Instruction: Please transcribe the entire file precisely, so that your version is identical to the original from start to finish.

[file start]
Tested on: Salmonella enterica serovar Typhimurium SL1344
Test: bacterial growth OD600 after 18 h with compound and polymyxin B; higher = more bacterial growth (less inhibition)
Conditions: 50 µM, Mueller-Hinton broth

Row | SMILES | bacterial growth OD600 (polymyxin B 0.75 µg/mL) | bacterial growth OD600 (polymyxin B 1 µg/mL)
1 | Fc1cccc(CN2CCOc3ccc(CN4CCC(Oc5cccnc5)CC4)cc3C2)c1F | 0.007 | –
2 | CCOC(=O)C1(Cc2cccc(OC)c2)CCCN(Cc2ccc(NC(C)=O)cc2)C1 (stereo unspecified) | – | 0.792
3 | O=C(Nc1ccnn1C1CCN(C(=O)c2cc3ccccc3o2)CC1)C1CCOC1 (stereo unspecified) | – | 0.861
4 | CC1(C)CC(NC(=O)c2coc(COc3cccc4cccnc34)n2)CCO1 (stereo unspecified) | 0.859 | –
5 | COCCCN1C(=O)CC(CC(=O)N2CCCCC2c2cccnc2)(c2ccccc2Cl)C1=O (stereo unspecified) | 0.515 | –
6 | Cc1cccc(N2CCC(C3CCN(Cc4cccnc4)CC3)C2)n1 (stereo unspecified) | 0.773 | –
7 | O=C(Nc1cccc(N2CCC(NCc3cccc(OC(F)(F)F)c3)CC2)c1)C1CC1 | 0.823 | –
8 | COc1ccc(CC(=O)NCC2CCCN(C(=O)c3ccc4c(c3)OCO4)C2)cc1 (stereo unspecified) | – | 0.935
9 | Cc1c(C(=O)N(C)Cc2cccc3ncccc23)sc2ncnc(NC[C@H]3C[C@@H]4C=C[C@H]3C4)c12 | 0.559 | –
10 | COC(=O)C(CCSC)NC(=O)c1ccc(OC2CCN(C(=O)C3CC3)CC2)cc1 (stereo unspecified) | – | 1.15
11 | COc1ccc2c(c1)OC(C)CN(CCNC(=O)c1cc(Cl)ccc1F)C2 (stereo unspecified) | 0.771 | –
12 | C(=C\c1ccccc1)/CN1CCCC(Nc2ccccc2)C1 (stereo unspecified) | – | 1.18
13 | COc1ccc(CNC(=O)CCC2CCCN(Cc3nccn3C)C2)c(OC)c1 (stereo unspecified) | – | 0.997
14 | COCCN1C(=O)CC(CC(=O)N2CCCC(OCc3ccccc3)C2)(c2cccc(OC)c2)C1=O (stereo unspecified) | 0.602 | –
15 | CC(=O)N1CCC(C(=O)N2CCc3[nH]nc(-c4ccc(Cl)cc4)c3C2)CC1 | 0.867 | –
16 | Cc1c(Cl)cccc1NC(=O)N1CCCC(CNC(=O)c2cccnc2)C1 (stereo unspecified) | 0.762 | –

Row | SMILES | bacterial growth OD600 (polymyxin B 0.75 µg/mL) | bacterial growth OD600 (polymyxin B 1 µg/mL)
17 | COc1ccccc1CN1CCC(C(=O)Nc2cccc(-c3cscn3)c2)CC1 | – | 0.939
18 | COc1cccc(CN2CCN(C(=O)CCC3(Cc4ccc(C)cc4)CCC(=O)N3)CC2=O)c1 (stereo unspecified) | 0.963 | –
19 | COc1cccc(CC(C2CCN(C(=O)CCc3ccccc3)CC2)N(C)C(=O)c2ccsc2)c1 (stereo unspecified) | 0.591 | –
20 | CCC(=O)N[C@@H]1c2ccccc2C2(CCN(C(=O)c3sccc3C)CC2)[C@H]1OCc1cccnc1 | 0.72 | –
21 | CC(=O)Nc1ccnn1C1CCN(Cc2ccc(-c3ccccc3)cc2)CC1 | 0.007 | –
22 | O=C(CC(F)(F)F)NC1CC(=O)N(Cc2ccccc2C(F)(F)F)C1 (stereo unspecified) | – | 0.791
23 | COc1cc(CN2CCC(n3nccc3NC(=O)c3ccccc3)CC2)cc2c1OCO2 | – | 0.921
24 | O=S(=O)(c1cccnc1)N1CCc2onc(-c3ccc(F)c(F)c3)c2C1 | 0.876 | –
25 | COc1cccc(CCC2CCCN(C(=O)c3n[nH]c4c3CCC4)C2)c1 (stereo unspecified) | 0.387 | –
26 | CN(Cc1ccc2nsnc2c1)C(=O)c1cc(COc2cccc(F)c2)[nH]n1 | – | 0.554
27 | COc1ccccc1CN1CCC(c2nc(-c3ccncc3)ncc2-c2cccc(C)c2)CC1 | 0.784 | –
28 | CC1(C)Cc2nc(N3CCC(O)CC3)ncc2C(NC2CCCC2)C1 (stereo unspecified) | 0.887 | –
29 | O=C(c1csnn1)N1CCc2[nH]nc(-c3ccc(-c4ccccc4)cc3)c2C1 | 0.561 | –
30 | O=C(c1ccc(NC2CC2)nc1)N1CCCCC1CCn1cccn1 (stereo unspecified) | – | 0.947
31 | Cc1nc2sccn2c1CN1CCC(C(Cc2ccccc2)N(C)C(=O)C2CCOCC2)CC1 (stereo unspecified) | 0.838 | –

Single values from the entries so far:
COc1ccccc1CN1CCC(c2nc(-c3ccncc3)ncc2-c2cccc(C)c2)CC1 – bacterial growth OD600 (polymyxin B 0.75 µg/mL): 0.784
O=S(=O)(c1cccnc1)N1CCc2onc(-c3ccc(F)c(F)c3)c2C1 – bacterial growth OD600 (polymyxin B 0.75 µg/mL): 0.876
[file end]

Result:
Tested on: Salmonella enterica serovar Typhimurium SL1344
Test: bacterial growth OD600 after 18 h with compound and polymyxin B; higher = more bacterial growth (less inhibition)
Conditions: 50 µM, Mueller-Hinton broth

Row | SMILES | bacterial growth OD600 (polymyxin B 0.75 µg/mL) | bacterial growth OD600 (polymyxin B 1 µg/mL)
1 | Fc1cccc(CN2CCOc3ccc(CN4CCC(Oc5cccnc5)CC4)cc3C2)c1F | 0.007 | –
2 | CCOC(=O)C1(Cc2cccc(OC)c2)CCCN(Cc2ccc(NC(C)=O)cc2)C1 (stereo unspecified) | – | 0.792
3 | O=C(Nc1ccnn1C1CCN(C(=O)c2cc3ccccc3o2)CC1)C1CCOC1 (stereo unspecified) | – | 0.861
4 | CC1(C)CC(NC(=O)c2coc(COc3cccc4cccnc34)n2)CCO1 (stereo unspecified) | 0.859 | –
5 | COCCCN1C(=O)CC(CC(=O)N2CCCCC2c2cccnc2)(c2ccccc2Cl)C1=O (stereo unspecified) | 0.515 | –
6 | Cc1cccc(N2CCC(C3CCN(Cc4cccnc4)CC3)C2)n1 (stereo unspecified) | 0.773 | –
7 | O=C(Nc1cccc(N2CCC(NCc3cccc(OC(F)(F)F)c3)CC2)c1)C1CC1 | 0.823 | –
8 | COc1ccc(CC(=O)NCC2CCCN(C(=O)c3ccc4c(c3)OCO4)C2)cc1 (stereo unspecified) | – | 0.935
9 | Cc1c(C(=O)N(C)Cc2cccc3ncccc23)sc2ncnc(NC[C@H]3C[C@@H]4C=C[C@H]3C4)c12 | 0.559 | –
10 | COC(=O)C(CCSC)NC(=O)c1ccc(OC2CCN(C(=O)C3CC3)CC2)cc1 (stereo unspecified) | – | 1.15
11 | COc1ccc2c(c1)OC(C)CN(CCNC(=O)c1cc(Cl)ccc1F)C2 (stereo unspecified) | 0.771 | –
12 | C(=C\c1ccccc1)/CN1CCCC(Nc2ccccc2)C1 (stereo unspecified) | – | 1.18
13 | COc1ccc(CNC(=O)CCC2CCCN(Cc3nccn3C)C2)c(OC)c1 (stereo unspecified) | – | 0.997
14 | COCCN1C(=O)CC(CC(=O)N2CCCC(OCc3ccccc3)C2)(c2cccc(OC)c2)C1=O (stereo unspecified) | 0.602 | –
15 | CC(=O)N1CCC(C(=O)N2CCc3[nH]nc(-c4ccc(Cl)cc4)c3C2)CC1 | 0.867 | –
16 | Cc1c(Cl)cccc1NC(=O)N1CCCC(CNC(=O)c2cccnc2)C1 (stereo unspecified) | 0.762 | –

Row | SMILES | bacterial growth OD600 (polymyxin B 0.75 µg/mL) | bacterial growth OD600 (polymyxin B 1 µg/mL)
17 | COc1ccccc1CN1CCC(C(=O)Nc2cccc(-c3cscn3)c2)CC1 | – | 0.939
18 | COc1cccc(CN2CCN(C(=O)CCC3(Cc4ccc(C)cc4)CCC(=O)N3)CC2=O)c1 (stereo unspecified) | 0.963 | –
19 | COc1cccc(CC(C2CCN(C(=O)CCc3ccccc3)CC2)N(C)C(=O)c2ccsc2)c1 (stereo unspecified) | 0.591 | –
20 | CCC(=O)N[C@@H]1c2ccccc2C2(CCN(C(=O)c3sccc3C)CC2)[C@H]1OCc1cccnc1 | 0.72 | –
21 | CC(=O)Nc1ccnn1C1CCN(Cc2ccc(-c3ccccc3)cc2)CC1 | 0.007 | –
22 | O=C(CC(F)(F)F)NC1CC(=O)N(Cc2ccccc2C(F)(F)F)C1 (stereo unspecified) | – | 0.791
23 | COc1cc(CN2CCC(n3nccc3NC(=O)c3ccccc3)CC2)cc2c1OCO2 | – | 0.921
24 | O=S(=O)(c1cccnc1)N1CCc2onc(-c3ccc(F)c(F)c3)c2C1 | 0.876 | –
25 | COc1cccc(CCC2CCCN(C(=O)c3n[nH]c4c3CCC4)C2)c1 (stereo unspecified) | 0.387 | –
26 | CN(Cc1ccc2nsnc2c1)C(=O)c1cc(COc2cccc(F)c2)[nH]n1 | – | 0.554
27 | COc1ccccc1CN1CCC(c2nc(-c3ccncc3)ncc2-c2cccc(C)c2)CC1 | 0.784 | –
28 | CC1(C)Cc2nc(N3CCC(O)CC3)ncc2C(NC2CCCC2)C1 (stereo unspecified) | 0.887 | –
29 | O=C(c1csnn1)N1CCc2[nH]nc(-c3ccc(-c4ccccc4)cc3)c2C1 | 0.561 | –
30 | O=C(c1ccc(NC2CC2)nc1)N1CCCCC1CCn1cccn1 (stereo unspecified) | – | 0.947
31 | Cc1nc2sccn2c1CN1CCC(C(Cc2ccccc2)N(C)C(=O)C2CCOCC2)CC1 (stereo unspecified) | 0.838 | –

Single values from the entries so far:
COc1ccccc1CN1CCC(c2nc(-c3ccncc3)ncc2-c2cccc(C)c2)CC1 – bacterial growth OD600 (polymyxin B 0.75 µg/mL): 0.784
O=S(=O)(c1cccnc1)N1CCc2onc(-c3ccc(F)c(F)c3)c2C1 – bacterial growth OD600 (polymyxin B 0.75 µg/mL): 0.876